(I’m very excited to have Ben Reed as my guest today. He’s one of my favorite bloggers and his sincere love for the folks he ministers to and for his family comes through in every post. His new book, Starting Small: The Ultimate Small Group Blueprint, is a tremendous resource. It’s on my Kindle. I’d love to put a copy on yours. Leave a comment before Wednesday, April 2, 2014 to be entered to win. Enjoy the post.)
My son gets to hang out in my office quite often. I love that he loves it. Maybe his love is rooted in the toys and candy I keep in the bottom drawer, just for him. But maybe it’s because he just genuinely loves me. I’m banking solely on #1 at this point in his life.
This week, though, my wife was out of town, and Rex had to go to work with me all day.
I had to jump on a conference call, and the movie he was watching was a little loud. I asked him if he wouldn’t mind putting some headphones on. Then he gave me this look.
He’s got the sass of his mama.
One of my goals of fatherhood is to raise a son that doesn’t hate church. It’s not a given reality that my son will grow up loving the Church. As a pastor’s kid, he’s got an uphill battle ahead, especially considering the pastor’s kids I knew growing up. Right now, he’s loving Longhollow, where I’m on staff. But we’ve got a lot of years ahead of us, and I’ve got a lot of work to do to keep us on this path.
My child loving the church his whole life isn’t a given…and neither is it for yours.
Should you ‘force’ your kids to go to church? Or let them choose?
Should you let them go to the main worship service with you when they want? Or put them in the kids area?
Let them wear what they want? Or dress them to the nines?
Here are some intentional actions I’m taking to keep my son from growing up to hate the Church.
8 Ways to Ensure Your Kids Won’t Hate Church
1. Make small group a priority in your life.
Every week, my wife and I go to small group. We help Rex understand how important it is for mommy and daddy to do this, and that through it, we become better parents.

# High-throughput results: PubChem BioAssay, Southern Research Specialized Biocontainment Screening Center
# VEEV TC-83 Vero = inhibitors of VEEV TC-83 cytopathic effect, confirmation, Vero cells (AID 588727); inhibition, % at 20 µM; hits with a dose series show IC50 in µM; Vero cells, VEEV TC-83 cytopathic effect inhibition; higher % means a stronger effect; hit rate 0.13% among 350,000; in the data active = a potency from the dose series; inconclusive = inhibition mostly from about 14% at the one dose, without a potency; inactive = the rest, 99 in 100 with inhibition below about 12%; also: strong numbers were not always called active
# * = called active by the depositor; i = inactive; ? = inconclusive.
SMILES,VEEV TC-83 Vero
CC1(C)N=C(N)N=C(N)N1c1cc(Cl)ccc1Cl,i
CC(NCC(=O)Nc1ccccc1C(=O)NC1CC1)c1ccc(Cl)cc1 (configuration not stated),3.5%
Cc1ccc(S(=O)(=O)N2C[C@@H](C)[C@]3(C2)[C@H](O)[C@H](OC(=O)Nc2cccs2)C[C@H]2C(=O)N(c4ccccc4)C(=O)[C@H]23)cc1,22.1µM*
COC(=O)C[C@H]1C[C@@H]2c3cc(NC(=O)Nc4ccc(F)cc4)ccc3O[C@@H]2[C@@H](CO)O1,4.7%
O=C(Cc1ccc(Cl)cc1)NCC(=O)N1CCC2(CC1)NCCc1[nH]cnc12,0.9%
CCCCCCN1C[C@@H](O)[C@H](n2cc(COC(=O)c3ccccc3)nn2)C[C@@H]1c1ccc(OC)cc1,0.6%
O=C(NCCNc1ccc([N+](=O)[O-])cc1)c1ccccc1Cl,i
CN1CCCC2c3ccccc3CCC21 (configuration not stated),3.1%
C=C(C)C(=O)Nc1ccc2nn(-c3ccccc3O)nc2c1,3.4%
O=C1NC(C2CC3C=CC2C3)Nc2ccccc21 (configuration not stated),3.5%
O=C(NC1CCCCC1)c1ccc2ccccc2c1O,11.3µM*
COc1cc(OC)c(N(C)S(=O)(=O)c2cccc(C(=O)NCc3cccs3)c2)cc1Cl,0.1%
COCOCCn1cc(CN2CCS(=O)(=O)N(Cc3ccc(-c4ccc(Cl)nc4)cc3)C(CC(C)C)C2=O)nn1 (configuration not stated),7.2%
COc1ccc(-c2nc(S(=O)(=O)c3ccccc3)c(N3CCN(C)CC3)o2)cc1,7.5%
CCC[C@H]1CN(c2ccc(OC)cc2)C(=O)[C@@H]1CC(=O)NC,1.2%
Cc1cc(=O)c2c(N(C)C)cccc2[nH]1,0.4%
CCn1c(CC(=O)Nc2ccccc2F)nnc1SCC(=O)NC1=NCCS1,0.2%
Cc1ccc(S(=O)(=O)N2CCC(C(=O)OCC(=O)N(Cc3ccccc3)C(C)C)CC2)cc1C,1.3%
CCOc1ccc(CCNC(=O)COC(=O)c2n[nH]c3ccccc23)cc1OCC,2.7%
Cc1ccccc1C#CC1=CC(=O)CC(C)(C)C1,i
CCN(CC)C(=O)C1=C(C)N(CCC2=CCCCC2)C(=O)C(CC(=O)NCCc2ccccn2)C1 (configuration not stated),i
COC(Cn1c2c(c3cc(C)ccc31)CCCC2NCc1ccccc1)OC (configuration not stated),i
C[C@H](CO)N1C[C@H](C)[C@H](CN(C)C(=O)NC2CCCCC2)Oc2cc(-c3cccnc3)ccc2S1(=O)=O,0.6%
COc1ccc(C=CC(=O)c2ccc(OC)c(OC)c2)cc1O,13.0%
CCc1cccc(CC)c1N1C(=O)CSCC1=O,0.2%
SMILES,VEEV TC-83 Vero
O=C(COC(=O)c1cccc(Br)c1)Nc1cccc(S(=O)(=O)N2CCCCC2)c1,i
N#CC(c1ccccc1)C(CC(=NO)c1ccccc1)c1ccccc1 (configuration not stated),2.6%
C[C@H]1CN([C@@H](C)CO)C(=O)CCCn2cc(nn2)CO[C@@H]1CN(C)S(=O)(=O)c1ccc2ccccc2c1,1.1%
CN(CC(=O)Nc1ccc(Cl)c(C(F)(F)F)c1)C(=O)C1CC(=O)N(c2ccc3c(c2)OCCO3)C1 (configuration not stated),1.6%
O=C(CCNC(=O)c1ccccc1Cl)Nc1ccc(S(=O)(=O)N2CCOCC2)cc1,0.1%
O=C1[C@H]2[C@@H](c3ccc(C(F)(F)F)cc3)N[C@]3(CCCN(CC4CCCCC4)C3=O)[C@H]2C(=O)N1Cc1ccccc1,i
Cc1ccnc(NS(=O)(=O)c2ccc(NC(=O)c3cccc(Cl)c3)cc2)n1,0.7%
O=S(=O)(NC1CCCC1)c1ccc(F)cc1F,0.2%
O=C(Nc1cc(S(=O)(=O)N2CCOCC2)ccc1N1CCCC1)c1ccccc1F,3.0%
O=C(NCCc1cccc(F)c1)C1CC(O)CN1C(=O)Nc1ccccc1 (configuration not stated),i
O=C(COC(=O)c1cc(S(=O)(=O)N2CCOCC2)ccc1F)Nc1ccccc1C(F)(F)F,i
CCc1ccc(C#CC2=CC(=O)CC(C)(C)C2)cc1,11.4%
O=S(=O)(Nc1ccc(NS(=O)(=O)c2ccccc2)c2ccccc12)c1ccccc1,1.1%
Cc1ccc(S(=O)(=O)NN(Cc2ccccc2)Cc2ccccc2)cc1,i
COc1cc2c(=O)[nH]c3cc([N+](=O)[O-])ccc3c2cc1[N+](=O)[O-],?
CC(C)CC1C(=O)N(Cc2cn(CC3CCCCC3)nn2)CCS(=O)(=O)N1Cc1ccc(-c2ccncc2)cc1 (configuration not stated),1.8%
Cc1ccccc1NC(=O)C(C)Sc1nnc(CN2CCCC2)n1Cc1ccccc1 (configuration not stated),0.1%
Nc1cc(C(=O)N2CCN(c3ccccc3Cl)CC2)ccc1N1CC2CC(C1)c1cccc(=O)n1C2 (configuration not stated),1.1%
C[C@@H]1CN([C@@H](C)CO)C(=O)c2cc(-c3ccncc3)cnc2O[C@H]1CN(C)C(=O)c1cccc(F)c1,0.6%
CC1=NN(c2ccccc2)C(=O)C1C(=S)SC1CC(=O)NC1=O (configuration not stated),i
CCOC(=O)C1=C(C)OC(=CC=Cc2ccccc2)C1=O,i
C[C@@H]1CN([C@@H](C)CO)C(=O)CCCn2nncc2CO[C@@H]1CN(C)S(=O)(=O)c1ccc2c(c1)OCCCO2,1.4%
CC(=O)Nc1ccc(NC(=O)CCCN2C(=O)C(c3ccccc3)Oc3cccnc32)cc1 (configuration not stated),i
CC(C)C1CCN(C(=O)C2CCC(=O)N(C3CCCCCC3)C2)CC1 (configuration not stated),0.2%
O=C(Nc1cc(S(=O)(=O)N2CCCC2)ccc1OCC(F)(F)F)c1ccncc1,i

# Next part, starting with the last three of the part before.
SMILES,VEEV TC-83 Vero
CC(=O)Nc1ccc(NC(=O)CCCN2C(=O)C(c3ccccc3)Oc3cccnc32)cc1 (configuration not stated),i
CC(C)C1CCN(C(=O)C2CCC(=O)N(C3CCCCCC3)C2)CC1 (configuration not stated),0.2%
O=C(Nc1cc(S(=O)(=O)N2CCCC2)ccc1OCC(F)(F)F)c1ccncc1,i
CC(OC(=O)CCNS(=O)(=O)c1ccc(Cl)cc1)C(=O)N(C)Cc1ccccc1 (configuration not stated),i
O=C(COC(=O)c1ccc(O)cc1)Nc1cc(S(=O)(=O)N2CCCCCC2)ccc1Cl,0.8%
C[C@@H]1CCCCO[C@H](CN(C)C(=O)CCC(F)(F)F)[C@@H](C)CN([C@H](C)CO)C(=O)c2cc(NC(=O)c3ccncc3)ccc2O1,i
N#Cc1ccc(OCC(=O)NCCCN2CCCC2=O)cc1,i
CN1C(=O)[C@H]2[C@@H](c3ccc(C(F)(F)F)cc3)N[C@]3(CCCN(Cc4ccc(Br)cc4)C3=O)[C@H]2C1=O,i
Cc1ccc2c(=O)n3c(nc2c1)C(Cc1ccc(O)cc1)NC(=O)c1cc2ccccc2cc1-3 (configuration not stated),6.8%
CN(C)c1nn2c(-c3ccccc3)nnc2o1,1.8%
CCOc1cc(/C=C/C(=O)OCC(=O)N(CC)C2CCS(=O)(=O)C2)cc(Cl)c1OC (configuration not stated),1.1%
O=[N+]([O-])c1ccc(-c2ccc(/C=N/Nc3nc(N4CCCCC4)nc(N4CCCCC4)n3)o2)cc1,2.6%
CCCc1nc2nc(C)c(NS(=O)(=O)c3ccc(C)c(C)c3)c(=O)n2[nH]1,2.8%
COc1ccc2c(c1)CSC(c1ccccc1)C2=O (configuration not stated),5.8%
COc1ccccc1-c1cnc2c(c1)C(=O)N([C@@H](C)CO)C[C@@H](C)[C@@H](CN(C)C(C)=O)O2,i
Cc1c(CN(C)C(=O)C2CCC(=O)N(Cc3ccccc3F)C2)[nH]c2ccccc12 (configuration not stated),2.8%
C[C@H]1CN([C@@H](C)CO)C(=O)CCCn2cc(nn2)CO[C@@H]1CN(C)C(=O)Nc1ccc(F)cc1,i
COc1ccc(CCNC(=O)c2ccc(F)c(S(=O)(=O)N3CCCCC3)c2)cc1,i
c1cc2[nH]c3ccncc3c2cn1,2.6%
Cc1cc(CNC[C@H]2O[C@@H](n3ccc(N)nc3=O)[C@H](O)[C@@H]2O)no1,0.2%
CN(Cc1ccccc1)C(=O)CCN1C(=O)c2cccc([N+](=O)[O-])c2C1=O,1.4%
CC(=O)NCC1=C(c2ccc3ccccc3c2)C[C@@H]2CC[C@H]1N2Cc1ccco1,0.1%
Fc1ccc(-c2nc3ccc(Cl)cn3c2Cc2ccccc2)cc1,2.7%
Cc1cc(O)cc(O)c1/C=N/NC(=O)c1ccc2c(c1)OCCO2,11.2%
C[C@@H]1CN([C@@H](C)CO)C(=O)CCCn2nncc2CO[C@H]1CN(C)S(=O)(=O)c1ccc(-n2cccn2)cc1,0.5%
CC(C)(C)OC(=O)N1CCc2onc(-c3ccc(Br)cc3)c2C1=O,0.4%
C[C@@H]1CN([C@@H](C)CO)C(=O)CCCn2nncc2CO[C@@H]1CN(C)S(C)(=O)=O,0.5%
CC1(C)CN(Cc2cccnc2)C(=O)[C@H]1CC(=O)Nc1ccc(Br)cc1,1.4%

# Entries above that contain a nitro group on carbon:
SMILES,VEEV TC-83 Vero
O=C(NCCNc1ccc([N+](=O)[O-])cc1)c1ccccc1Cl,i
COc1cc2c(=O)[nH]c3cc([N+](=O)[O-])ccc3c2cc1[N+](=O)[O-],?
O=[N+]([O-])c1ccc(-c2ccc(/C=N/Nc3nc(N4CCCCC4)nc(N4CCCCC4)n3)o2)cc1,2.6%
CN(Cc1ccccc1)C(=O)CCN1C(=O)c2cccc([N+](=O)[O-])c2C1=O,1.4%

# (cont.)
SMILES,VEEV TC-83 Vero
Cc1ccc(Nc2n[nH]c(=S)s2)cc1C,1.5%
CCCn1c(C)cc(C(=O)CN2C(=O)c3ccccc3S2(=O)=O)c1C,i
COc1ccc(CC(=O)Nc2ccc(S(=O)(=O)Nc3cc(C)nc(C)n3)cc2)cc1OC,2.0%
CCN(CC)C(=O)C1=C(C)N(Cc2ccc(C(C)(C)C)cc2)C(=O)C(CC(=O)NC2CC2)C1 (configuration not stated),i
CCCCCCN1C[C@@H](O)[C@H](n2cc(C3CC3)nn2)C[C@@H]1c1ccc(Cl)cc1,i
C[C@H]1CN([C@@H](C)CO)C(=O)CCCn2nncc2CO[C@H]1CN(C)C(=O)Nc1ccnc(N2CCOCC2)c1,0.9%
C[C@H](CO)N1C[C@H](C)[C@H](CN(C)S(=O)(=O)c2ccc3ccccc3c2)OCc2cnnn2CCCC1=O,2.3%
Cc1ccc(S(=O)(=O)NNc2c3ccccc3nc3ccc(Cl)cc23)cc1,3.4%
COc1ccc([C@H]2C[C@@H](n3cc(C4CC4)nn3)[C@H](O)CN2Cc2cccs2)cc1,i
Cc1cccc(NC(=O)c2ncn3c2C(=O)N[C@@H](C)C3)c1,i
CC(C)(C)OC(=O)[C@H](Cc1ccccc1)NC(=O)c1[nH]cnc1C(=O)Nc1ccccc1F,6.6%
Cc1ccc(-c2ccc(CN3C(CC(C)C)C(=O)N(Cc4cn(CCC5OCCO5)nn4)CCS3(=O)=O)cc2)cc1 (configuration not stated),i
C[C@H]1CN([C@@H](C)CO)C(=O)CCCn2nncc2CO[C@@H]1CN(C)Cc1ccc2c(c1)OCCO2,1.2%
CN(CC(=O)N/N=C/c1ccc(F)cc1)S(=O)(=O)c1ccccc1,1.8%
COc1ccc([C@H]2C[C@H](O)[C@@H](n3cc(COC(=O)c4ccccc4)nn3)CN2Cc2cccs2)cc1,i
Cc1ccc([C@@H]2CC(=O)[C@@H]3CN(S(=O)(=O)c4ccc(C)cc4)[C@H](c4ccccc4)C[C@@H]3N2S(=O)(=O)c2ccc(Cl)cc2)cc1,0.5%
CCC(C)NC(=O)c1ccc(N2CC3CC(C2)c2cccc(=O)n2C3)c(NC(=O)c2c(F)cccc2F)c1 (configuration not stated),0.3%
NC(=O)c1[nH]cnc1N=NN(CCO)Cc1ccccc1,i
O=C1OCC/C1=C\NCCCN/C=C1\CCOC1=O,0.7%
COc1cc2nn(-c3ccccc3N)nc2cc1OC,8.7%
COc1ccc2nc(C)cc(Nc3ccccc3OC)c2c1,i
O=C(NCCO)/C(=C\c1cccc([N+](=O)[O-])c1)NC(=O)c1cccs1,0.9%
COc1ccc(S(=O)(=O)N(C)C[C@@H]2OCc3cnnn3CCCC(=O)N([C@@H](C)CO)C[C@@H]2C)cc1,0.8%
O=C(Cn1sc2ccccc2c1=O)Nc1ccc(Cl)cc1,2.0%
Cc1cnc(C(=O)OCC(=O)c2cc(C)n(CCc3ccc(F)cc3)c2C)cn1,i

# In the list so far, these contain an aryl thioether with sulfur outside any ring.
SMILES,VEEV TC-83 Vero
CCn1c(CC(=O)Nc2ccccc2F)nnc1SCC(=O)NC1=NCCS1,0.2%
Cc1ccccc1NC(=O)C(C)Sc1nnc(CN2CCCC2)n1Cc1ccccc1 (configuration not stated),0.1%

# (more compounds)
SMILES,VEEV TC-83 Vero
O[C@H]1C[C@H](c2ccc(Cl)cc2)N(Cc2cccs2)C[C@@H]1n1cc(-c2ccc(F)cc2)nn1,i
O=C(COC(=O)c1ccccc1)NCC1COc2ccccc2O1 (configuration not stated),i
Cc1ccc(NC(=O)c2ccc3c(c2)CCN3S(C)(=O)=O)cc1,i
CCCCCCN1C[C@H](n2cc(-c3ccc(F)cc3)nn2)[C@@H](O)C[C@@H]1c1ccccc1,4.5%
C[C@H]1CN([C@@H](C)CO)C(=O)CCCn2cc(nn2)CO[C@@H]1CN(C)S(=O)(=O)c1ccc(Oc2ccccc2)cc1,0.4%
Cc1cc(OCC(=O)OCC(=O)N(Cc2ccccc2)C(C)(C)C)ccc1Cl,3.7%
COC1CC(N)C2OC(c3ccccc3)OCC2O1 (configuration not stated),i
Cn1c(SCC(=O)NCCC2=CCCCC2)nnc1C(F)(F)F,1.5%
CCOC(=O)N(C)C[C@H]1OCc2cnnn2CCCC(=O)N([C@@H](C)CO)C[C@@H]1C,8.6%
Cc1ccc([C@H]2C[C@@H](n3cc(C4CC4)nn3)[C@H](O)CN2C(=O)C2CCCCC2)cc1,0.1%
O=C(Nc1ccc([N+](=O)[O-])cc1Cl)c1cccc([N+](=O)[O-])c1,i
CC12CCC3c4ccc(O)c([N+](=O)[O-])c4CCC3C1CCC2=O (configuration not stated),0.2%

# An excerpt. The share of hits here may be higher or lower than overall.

2. Go to churches with amazing children’s ministries.
3. Give your family your best time, not just your leftover time.
I don’t want to always come home tired and frustrated and burned out. It’s easy in the church world to give others your best consistently, and forget that your family is your priority. Whether you’re a volunteer or on staff, giving others your best is easy to give your best to others, because they “need” you and constantly affirm you. When you give others your best, you create resentment in your family.
4. Don’t make church attendance an option for your kids.
Our son never has the option of ‘bargaining’ his way out of going to church. Just like he never bargains his way out of going to bed at night or buckling up in his car seat. It’s not that we ‘force’ anything. We just never give him another option. “How dare you force your kids to go to church?!?” Really? Don’t you ‘force’ your kids to go to school? To go to bed? To eat dinner? To go to the doctor?
5. When I’m home, I’m home.
I don’t want him to think that daddy has to “work” all of the time. I want him to know that when I’m home, I’m really home, not just distracted by work. If you don’t work in a church, it might be different for you, but the principle is the same. Don’t be so distracted by ministry that you neglect the ministry right in front of you.
6. Live out your faith at home and at church.
I’m nowhere near perfect in my life, but my faith is real and active at home and at church. We talk about spiritual things at home, read our Bibles, and pray together consistently.
7. Make prayer a regular part of your public, and private, life.
We don’t just pray at church, or when other people are watching us. We pray together as a family even when it’s not what we ‘have’ to do. When all you do is pray at church, and for others to see, you create an unhealthy, hypocritical dynamic for your children.
8. Don’t rip your pastor in front of your kids.
I don’t try to hold our local church, or any, on a pedestal of perfection…but I also guard my words carefully so that my son doesn’t grow up with a jaded view of the bride for whom Christ died. I don’t want him thinking everybody is perfect, but I also don’t want him growing up not trusting anyone.
Train up a child in the way he should go; even when he is old he will not depart from it. – Proverbs 22:6
Do your kids enjoy church? What about you? What did your parents do to help you not hate church?
Ben Reed is the small groups pastor at Long Hollow, a multi-site church in the Nashville, TN, area. He holds an MDiv from Southern Baptist Theological Seminary. Ben is also an avid coffee drinker and CrossFitter, but not at the same time. Catch up with Ben at BenReed.net. In his book, Starting Small: The Ultimate Small Group Blueprint, he helps leaders through the process of putting a small group ministry together and creating a place where people belong so they can become.